Rules for fabric formed concrete design

It would have been impossible to have drawn an accurate plan, section and elevation of the cast concrete until we had designed and sewn the formwork and even then the exact expansion and compression of the fabric in different areas, that greatly affect the form, is almost impossible to determine without limitless and complicated mathematics. However, the consequences of the maths were on display through the analysis of previous work, so we used the knowledge and experience of our past experiments to calculate, anticipate and plan each part of the formwork – discussing, referring to the prototypes and planning how to pour and manage the concrete. The design process was in fact a conversation between the three of us with experience and faith in the materials we were using guiding our decisions.

A series of concept sketches were produced, to communicate an idea of articulating mass and form and establish the parameters of the frame we would be casting in and calculate the size of the fabric required.

A quick oblique sketch, shows the basic layout of the fabric in relation to the frame it would be hung from.

Designing was at 1:1. With discussions about the flow of the concrete, the position of reinforcement and the way the fabric would expand and compress in each area.

The wall design is drawn out , and the sleeve position for the columns determined.


Depicting the slenderness of t

Void detal in the mass of the wallMass reduction in the 'solid' side of the wall

Links to a fabric formed wall

Our first prototype wall, essentially several columns joined together that advance the discoveries and experience gained through the process of making the columns that proceeded it.

The link takes you to the Disruptive Technologies website, where there are several links to articles about the ongoing work and discussions in the unit.

There are also two videos that show us casting and peeling the wall that clarify the process of hanging, filling and stripping the fabric.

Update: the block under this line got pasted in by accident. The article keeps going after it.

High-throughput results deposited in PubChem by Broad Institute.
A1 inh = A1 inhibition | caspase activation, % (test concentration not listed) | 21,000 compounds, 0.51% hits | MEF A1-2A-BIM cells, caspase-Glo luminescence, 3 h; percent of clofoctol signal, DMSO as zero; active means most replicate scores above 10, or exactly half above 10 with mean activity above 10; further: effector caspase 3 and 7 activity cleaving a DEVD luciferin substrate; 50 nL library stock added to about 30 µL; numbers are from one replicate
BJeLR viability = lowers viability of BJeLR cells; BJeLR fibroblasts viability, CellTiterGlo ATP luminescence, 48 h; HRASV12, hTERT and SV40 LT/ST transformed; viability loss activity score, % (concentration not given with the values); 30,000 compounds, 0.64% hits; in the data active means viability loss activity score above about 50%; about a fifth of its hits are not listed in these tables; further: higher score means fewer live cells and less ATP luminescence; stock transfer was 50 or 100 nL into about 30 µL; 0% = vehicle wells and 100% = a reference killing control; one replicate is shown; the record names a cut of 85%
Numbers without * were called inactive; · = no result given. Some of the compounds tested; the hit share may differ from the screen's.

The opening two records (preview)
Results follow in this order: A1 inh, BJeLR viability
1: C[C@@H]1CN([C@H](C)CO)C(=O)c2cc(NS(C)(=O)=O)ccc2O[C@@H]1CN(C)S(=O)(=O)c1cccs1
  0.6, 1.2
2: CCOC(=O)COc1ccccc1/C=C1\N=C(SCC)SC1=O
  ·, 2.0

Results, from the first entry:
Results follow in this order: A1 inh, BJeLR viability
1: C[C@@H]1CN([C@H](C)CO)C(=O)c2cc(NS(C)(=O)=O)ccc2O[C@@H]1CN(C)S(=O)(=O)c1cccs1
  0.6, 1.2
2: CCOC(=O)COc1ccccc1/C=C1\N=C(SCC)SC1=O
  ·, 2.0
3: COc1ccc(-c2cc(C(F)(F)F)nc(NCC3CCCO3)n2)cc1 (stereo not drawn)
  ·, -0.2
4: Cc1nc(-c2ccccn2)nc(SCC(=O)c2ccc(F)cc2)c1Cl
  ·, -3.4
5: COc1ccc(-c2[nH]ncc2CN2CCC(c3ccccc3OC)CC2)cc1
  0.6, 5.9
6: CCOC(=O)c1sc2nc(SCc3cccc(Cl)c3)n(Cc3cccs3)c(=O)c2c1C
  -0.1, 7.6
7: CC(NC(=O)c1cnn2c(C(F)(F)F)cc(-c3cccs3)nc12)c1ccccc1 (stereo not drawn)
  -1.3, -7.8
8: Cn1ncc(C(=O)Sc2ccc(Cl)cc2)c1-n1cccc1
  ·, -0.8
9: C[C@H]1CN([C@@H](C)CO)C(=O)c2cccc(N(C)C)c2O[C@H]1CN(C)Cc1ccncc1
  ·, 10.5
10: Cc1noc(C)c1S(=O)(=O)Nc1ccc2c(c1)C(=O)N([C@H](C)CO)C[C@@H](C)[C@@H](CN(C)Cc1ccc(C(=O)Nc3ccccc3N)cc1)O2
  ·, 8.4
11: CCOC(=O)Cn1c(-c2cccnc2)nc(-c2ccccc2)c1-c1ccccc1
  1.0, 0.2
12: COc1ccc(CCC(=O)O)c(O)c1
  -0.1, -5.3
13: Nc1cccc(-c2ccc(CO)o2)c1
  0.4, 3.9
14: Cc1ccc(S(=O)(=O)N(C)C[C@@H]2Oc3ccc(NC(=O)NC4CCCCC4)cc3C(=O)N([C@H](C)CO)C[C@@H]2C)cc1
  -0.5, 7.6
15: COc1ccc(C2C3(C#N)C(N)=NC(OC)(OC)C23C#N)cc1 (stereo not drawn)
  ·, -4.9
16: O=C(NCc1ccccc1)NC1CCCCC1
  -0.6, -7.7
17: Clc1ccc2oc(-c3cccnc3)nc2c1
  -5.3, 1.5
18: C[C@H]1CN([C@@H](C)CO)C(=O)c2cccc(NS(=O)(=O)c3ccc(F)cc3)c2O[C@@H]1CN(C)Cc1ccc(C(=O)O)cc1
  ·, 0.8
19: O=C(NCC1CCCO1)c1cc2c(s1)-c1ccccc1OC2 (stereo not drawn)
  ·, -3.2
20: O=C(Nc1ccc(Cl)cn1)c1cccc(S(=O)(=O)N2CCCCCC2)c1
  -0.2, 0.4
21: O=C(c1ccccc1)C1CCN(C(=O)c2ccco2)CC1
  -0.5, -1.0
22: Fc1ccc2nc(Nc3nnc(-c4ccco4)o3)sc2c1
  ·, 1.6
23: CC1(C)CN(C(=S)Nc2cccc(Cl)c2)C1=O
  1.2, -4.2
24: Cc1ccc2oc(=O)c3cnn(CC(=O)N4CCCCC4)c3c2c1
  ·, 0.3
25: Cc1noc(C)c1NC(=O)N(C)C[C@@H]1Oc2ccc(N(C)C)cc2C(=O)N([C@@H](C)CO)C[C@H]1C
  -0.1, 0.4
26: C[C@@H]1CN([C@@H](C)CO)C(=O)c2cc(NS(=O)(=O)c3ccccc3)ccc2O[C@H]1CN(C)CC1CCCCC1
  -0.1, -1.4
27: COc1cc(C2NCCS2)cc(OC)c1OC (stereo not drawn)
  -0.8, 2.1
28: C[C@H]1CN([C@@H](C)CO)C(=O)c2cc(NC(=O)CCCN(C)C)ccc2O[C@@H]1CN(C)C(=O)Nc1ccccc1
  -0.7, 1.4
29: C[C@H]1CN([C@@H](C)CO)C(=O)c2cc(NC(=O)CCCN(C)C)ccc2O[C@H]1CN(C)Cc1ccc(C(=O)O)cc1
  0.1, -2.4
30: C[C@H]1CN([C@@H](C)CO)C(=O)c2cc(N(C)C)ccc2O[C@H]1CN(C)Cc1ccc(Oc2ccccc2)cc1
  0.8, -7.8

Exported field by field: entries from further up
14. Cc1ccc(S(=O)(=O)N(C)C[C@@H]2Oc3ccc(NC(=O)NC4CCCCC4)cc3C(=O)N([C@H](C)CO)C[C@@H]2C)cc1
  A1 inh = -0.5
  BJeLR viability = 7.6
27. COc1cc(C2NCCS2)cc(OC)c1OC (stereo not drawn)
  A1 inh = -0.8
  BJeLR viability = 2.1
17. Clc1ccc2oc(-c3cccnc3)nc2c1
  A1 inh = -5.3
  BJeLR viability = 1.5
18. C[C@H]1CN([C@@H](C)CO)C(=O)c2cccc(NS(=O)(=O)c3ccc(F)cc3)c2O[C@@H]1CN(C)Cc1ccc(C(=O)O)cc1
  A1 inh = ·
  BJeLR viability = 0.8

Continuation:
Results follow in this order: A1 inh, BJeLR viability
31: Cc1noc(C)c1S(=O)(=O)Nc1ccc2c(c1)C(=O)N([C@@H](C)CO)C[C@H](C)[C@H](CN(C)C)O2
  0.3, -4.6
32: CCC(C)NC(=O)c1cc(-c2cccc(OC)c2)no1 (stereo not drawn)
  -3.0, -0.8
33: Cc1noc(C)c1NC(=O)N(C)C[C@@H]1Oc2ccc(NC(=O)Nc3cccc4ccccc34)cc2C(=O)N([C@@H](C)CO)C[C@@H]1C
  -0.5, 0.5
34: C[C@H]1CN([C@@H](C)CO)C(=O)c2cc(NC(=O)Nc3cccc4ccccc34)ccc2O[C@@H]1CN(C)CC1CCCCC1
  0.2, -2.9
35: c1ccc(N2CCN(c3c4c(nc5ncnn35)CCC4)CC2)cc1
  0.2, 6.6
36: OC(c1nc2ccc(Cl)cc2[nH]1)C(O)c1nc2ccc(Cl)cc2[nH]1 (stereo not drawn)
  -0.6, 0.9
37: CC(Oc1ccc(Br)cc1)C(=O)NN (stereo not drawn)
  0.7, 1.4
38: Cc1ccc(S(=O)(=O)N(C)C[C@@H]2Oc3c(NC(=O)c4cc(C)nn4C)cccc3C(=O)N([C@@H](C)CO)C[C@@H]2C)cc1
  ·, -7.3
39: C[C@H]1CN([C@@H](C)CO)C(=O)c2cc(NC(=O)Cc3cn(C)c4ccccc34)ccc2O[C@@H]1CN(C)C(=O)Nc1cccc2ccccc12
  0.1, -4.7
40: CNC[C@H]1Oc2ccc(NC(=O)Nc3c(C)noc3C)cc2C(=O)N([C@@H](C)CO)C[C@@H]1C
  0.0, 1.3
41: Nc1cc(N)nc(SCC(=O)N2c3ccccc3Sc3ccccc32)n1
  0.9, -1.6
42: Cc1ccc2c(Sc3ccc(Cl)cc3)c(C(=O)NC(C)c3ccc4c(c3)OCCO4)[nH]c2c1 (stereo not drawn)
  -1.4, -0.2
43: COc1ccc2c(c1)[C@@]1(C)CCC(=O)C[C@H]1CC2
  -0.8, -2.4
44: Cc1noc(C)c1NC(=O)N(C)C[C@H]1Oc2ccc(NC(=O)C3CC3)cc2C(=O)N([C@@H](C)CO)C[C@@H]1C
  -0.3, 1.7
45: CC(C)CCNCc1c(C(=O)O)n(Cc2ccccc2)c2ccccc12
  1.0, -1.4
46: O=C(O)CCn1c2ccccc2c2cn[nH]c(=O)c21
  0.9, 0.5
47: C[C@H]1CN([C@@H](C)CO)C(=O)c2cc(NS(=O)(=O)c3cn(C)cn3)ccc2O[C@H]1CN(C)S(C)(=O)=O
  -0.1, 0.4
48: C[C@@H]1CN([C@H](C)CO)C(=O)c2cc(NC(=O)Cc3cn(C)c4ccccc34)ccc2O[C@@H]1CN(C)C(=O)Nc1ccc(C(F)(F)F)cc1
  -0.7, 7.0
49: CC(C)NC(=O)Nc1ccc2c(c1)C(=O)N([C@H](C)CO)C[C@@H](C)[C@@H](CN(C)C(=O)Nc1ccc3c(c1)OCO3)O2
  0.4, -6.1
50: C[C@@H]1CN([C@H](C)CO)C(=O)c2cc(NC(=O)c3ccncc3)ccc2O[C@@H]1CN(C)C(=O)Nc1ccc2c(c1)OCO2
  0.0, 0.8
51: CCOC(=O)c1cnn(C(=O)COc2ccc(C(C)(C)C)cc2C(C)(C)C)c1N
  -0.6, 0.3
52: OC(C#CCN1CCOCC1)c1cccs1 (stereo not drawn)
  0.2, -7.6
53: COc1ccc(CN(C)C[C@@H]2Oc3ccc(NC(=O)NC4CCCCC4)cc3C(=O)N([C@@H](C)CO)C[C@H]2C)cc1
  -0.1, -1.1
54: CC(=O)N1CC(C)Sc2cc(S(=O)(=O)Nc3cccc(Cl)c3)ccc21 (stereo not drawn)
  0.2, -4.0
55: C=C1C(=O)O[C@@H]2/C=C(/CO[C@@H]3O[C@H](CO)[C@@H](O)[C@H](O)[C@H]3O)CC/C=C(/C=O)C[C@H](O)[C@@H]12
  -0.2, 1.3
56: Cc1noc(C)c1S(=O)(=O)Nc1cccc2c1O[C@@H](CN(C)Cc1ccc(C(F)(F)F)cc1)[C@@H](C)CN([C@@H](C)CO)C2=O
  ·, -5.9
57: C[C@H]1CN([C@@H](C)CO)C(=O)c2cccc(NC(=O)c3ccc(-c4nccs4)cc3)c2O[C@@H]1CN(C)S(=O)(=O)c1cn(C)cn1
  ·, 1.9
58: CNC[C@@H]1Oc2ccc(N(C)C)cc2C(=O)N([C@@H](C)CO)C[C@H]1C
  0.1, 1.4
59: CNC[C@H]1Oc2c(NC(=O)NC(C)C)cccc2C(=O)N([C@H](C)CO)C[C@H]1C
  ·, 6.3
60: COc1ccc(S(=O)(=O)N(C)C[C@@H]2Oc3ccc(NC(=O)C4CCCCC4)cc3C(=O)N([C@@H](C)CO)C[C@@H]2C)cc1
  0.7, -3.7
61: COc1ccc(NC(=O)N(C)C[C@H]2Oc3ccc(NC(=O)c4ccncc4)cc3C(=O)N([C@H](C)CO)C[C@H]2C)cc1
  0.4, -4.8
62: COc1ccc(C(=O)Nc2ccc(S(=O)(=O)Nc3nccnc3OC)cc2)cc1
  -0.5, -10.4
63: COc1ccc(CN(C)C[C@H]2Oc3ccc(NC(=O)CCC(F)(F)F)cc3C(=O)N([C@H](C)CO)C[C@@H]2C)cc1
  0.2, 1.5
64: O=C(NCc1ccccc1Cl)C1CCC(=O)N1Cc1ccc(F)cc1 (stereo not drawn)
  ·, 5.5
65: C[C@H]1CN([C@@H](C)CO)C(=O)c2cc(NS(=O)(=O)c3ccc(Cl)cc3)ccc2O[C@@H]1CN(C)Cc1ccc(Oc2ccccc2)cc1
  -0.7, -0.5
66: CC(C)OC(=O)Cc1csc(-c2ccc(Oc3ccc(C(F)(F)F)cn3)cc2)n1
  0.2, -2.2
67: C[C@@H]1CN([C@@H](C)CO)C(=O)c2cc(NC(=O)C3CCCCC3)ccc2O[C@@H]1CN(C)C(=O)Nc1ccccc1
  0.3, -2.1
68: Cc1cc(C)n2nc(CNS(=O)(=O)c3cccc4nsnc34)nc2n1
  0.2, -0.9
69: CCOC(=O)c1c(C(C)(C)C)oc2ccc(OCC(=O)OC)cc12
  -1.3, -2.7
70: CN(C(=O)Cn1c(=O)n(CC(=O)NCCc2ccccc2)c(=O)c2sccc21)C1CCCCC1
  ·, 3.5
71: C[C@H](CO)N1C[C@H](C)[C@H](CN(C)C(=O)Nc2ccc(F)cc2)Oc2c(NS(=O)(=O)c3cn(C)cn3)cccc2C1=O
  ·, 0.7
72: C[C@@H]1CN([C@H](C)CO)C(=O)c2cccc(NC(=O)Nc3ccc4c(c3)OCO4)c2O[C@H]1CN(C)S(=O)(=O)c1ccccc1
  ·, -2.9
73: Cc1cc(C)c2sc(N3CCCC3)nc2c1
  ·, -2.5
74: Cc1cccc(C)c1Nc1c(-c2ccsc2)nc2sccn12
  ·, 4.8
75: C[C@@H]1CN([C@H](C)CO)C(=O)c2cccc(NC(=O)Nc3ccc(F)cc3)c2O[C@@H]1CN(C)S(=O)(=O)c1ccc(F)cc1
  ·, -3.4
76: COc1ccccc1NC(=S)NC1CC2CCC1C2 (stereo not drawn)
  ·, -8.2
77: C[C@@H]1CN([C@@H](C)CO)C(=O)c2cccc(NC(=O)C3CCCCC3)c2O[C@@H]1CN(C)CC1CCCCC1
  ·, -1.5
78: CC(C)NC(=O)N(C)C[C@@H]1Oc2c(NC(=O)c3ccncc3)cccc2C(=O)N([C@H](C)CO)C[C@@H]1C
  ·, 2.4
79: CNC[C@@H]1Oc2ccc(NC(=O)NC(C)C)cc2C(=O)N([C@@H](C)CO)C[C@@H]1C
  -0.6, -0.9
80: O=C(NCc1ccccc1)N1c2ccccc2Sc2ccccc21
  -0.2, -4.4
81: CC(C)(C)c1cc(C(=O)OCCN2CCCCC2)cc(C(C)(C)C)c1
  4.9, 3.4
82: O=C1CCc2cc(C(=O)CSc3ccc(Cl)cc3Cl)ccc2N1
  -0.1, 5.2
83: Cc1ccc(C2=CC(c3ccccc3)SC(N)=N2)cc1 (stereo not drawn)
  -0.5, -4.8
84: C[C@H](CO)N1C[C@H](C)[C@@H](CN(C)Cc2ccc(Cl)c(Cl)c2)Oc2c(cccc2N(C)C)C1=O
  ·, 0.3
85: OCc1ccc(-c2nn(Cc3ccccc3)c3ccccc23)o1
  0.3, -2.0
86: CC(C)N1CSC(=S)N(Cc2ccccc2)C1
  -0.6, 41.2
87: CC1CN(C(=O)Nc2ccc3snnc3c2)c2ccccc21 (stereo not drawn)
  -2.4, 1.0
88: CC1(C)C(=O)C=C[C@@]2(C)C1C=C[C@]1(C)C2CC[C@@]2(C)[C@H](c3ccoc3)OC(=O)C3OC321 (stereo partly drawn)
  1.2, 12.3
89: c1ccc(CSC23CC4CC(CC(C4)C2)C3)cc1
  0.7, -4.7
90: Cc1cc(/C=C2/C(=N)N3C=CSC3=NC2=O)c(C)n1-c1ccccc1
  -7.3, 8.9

Mass reduction in the 'solid' side of the wall

Cotton Formed Columns

November 14, 2010


First prototype column cast in its formwork

Prototype Column – Discovery through doing

These last few weeks have been an incredible learning curve from the previous post – post-rationalising is important however in a process where technique evolves through production, analysis and improvement.

Our fabric formed concrete has evolved in such a way, quickly moving from the horizontally cast wall panels to familiarising ourselves with the technique of casting vertical column elements. There are only three of us in the unit and we quickly learnt that producing larger pieces requires good team work, ideas from each of us and man-hours to construct the formwork, cast effectively – and to succeed.

We analysed previous projects completed in 5 week workshops that have run over the last four years. Our intention was to take the wealth of experience and knowledge of past experiments and develop these techniques, refine them or even find a new direction to pursue. We were intrigued by a column that clamped the fabric to create voids by preventing the concrete filling certain areas. We liked the thought sewing a void in the fabric instead of using clamps. This technique had scope for further investigation.

The First prototype Column